Sponsored by the Rutgers University Department of Mathematics and the
Center for Discrete Mathematics and Theoretical Computer Science (DIMACS)

Doron Zeilberger, Rutgers University, zeilberg {at} math [dot] rutgers [dot] edu
Bryan Ek, Rutgers University, bryan [dot] t [dot] ek {at} math [dot] rutgers [dot] edu

Title: Experimental "Solutions" to Select Stopping Problems

Speaker: Richard Voepel, Rutgers University

Date: Thursday, April 19, 2018 5:00pm

Location: Hill Center, Room 705, Rutgers University, Busch Campus, Piscataway, NJ


In the realm of statistics and economics, there are several important problems that can be described as stopping problems; a kind of decision problem where an actor must observe some sequence of random variables, and based on observations of those variables implement a stopping rule (often gaining some reward based on observations). The gold standard for "solving" these stopping problems is providing a stopping rule for maximizing expected gains or minimizing expected losses, but such a stopping rule need not be the "best" rule depending on context. In this talk we will introduce stopping problems by way of a classical example of coin flipping, and explore the role of experimental mathematics in the construction of a family of stopping rules for the problem of Shepp's Urn.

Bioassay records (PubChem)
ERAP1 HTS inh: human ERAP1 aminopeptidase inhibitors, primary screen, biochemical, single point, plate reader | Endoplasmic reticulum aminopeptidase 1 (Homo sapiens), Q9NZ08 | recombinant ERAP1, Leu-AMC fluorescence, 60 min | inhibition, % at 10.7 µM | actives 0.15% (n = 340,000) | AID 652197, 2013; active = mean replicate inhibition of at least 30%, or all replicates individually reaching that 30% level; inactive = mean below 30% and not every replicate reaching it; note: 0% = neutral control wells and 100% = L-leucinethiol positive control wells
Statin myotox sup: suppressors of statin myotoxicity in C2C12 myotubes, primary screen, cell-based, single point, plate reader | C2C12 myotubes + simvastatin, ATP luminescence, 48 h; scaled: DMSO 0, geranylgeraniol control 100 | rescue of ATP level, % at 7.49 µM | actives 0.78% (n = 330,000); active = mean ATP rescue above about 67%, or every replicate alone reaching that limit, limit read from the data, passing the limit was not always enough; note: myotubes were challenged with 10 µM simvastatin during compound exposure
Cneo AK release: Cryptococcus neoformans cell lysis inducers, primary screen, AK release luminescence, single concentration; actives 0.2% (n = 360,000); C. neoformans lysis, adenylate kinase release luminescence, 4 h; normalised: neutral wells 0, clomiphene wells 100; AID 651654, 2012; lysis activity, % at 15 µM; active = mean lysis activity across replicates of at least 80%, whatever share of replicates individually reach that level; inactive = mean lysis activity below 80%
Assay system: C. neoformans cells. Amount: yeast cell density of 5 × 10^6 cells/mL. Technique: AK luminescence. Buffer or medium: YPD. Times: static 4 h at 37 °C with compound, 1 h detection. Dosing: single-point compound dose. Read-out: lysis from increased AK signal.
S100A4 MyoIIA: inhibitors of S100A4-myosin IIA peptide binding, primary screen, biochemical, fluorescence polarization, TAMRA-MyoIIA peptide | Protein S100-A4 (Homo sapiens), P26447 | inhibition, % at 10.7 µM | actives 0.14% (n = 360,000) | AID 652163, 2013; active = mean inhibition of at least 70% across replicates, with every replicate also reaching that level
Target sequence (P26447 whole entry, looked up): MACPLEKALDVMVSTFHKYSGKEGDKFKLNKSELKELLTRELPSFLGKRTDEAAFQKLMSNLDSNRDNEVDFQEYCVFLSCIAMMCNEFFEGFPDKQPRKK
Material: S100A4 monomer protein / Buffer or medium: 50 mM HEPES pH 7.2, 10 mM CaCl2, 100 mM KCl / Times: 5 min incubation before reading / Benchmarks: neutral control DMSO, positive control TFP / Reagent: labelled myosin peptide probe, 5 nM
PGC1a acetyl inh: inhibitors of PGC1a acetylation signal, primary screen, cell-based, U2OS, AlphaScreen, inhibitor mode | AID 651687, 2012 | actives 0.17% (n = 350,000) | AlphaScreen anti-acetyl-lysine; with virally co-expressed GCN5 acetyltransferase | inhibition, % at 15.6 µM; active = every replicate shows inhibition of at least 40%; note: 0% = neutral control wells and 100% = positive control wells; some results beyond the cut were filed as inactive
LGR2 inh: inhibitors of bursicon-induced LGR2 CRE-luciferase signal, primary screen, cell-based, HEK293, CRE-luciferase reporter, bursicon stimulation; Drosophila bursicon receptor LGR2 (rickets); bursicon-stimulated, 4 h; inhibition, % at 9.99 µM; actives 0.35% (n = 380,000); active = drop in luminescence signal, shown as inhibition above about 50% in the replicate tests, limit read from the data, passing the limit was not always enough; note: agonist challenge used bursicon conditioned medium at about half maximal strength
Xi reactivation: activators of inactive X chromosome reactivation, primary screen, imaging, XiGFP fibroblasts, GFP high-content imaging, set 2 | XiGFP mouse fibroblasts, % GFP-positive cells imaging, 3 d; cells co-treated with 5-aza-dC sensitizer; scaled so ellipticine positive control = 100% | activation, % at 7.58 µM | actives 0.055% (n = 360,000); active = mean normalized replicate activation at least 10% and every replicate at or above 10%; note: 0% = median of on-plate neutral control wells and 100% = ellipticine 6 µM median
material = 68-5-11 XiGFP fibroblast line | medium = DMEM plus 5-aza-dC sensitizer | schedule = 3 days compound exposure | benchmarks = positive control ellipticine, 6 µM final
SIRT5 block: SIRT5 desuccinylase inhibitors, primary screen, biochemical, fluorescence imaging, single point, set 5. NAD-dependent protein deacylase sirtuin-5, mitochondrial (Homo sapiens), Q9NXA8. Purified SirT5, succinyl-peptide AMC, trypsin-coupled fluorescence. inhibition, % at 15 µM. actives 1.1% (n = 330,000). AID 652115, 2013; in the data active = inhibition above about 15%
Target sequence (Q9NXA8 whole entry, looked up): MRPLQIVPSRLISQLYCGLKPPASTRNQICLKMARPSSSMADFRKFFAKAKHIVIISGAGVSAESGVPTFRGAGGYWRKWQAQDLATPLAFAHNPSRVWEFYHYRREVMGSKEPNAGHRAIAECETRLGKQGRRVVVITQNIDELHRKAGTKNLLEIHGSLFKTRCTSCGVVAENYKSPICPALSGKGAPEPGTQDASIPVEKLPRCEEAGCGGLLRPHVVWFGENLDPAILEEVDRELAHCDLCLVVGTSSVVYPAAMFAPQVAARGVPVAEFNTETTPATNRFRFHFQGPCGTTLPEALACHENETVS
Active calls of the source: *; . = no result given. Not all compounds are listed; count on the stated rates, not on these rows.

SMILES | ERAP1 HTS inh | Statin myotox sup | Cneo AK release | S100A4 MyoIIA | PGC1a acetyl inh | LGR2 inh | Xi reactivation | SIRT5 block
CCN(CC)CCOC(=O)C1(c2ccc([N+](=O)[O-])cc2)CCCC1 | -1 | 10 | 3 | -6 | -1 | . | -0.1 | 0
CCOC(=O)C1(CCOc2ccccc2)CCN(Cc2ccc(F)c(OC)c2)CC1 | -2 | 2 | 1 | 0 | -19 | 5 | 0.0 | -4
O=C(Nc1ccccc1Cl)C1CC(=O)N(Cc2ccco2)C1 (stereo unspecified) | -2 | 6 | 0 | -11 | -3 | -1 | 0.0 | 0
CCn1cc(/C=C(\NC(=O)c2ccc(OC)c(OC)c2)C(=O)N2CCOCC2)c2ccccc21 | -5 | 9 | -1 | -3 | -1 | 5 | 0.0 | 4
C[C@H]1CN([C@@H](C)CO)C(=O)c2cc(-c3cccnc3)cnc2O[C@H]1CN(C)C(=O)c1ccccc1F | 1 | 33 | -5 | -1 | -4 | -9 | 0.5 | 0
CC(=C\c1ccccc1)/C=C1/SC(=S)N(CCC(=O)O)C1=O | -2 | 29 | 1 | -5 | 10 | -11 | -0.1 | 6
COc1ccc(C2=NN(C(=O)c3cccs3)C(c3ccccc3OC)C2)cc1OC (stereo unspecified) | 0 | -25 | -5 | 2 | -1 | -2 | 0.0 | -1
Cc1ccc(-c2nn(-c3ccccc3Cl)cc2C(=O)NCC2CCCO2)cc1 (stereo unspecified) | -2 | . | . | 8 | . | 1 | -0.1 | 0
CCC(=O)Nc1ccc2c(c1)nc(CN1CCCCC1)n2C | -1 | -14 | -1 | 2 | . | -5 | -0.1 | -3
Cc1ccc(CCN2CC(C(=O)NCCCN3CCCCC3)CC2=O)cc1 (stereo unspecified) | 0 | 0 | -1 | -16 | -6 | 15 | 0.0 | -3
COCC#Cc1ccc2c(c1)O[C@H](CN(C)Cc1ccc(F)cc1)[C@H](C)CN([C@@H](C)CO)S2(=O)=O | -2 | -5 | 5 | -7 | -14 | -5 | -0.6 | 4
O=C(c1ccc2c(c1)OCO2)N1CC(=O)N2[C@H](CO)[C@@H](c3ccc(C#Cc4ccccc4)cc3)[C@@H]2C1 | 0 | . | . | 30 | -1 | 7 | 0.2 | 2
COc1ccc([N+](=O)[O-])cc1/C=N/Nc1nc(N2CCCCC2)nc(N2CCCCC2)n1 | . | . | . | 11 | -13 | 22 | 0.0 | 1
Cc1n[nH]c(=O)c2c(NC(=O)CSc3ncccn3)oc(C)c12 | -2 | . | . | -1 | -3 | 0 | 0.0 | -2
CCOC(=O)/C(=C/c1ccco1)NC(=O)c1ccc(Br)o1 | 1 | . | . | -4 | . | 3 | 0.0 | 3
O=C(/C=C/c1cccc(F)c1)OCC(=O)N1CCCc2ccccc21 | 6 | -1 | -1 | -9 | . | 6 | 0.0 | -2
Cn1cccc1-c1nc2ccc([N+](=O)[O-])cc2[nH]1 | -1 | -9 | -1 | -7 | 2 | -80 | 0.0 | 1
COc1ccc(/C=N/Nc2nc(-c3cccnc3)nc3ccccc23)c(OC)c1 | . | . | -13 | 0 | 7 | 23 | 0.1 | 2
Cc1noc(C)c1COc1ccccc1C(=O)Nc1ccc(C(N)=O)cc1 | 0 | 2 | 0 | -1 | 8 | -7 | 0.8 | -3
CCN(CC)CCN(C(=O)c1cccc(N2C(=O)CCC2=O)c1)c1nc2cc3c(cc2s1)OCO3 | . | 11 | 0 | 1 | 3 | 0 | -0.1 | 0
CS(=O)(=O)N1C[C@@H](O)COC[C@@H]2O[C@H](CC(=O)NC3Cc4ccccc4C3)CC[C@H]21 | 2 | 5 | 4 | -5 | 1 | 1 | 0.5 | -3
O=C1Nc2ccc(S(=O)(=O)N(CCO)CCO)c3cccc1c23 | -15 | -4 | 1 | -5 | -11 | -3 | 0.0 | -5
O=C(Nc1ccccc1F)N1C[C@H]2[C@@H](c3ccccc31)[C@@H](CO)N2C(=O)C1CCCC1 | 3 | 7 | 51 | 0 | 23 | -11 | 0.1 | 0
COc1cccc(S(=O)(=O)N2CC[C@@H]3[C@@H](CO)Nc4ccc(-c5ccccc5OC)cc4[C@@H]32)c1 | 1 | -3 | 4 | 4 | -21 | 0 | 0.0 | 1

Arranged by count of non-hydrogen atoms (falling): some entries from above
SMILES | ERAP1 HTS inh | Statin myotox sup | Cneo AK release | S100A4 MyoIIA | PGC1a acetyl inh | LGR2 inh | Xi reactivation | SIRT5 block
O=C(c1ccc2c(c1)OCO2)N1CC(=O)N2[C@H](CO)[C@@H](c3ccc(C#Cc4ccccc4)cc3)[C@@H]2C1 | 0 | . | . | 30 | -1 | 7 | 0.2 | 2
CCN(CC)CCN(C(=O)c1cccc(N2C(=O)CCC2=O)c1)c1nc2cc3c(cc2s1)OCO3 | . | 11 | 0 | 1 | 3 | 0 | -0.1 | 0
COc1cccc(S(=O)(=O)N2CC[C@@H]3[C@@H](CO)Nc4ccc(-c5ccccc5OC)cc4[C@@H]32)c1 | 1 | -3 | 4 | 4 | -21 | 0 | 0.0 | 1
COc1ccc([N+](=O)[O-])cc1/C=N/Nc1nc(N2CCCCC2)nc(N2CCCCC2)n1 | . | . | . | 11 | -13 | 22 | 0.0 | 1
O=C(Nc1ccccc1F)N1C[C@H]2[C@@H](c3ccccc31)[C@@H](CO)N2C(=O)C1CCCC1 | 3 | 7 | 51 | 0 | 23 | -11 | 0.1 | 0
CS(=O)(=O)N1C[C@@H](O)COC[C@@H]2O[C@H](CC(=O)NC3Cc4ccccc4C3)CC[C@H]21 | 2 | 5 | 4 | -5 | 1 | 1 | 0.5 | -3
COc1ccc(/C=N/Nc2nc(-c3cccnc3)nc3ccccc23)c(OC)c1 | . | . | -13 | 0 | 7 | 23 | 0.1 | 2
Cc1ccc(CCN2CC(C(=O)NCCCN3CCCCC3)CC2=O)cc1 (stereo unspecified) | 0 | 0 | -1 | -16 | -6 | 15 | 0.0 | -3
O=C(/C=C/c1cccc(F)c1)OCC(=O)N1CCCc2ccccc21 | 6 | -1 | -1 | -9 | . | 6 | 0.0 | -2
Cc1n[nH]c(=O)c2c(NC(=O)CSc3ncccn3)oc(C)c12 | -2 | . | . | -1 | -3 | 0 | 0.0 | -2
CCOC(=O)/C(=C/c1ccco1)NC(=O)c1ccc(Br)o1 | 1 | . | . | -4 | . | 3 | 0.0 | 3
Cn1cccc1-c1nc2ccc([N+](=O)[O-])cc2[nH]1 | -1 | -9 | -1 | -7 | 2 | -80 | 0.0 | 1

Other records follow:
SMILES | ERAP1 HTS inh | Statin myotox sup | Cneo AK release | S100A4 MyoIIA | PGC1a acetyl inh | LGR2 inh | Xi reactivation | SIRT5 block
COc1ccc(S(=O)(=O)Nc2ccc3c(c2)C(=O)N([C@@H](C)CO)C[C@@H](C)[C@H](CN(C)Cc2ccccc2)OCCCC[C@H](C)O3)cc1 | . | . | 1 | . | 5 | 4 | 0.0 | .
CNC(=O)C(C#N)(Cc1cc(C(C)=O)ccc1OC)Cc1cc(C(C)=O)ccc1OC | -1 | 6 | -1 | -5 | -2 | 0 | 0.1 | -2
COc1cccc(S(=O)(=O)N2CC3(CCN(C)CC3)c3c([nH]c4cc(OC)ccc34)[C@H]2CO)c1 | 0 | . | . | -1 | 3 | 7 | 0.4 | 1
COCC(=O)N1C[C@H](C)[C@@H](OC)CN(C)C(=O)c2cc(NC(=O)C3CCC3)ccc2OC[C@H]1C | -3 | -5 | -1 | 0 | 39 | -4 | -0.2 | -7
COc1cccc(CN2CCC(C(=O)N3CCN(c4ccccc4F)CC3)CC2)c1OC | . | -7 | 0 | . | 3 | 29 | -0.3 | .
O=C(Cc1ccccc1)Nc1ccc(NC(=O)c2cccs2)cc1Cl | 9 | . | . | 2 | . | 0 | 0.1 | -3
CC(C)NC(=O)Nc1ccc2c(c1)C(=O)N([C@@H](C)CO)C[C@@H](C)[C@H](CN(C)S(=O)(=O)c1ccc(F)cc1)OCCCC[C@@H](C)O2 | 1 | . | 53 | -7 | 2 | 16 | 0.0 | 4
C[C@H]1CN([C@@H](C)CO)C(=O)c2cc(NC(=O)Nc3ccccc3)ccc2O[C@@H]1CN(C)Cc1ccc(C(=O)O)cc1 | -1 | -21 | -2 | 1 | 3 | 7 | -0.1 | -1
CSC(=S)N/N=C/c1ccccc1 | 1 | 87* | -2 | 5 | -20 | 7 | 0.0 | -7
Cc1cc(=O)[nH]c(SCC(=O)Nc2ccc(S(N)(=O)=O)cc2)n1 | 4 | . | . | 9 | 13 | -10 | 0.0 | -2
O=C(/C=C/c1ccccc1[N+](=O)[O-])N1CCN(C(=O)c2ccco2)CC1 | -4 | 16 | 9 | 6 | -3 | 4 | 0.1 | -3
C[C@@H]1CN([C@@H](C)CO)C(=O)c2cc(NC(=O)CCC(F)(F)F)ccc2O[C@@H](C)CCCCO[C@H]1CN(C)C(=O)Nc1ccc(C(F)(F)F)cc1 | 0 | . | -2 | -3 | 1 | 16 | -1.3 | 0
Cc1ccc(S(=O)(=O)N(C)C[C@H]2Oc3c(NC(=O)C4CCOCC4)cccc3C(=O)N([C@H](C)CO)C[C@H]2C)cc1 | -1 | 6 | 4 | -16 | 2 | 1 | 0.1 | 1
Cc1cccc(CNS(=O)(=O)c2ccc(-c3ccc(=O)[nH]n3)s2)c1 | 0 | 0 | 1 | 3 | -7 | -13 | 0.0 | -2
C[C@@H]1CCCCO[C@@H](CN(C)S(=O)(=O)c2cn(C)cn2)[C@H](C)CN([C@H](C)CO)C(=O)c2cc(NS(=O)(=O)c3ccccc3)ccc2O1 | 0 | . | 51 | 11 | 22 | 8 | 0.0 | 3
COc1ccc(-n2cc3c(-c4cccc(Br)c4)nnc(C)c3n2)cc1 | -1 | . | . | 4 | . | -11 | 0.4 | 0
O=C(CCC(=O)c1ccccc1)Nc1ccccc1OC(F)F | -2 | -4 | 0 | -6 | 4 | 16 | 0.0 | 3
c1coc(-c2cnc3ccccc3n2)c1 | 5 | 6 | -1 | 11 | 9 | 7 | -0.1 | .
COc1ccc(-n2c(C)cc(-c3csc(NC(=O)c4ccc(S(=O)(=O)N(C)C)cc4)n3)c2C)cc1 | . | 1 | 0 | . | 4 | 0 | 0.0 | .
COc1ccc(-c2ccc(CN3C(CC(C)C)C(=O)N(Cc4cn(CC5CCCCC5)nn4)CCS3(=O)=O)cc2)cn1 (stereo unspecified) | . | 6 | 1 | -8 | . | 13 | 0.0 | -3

See: http://sites.math.rutgers.edu/~bte14/expmath/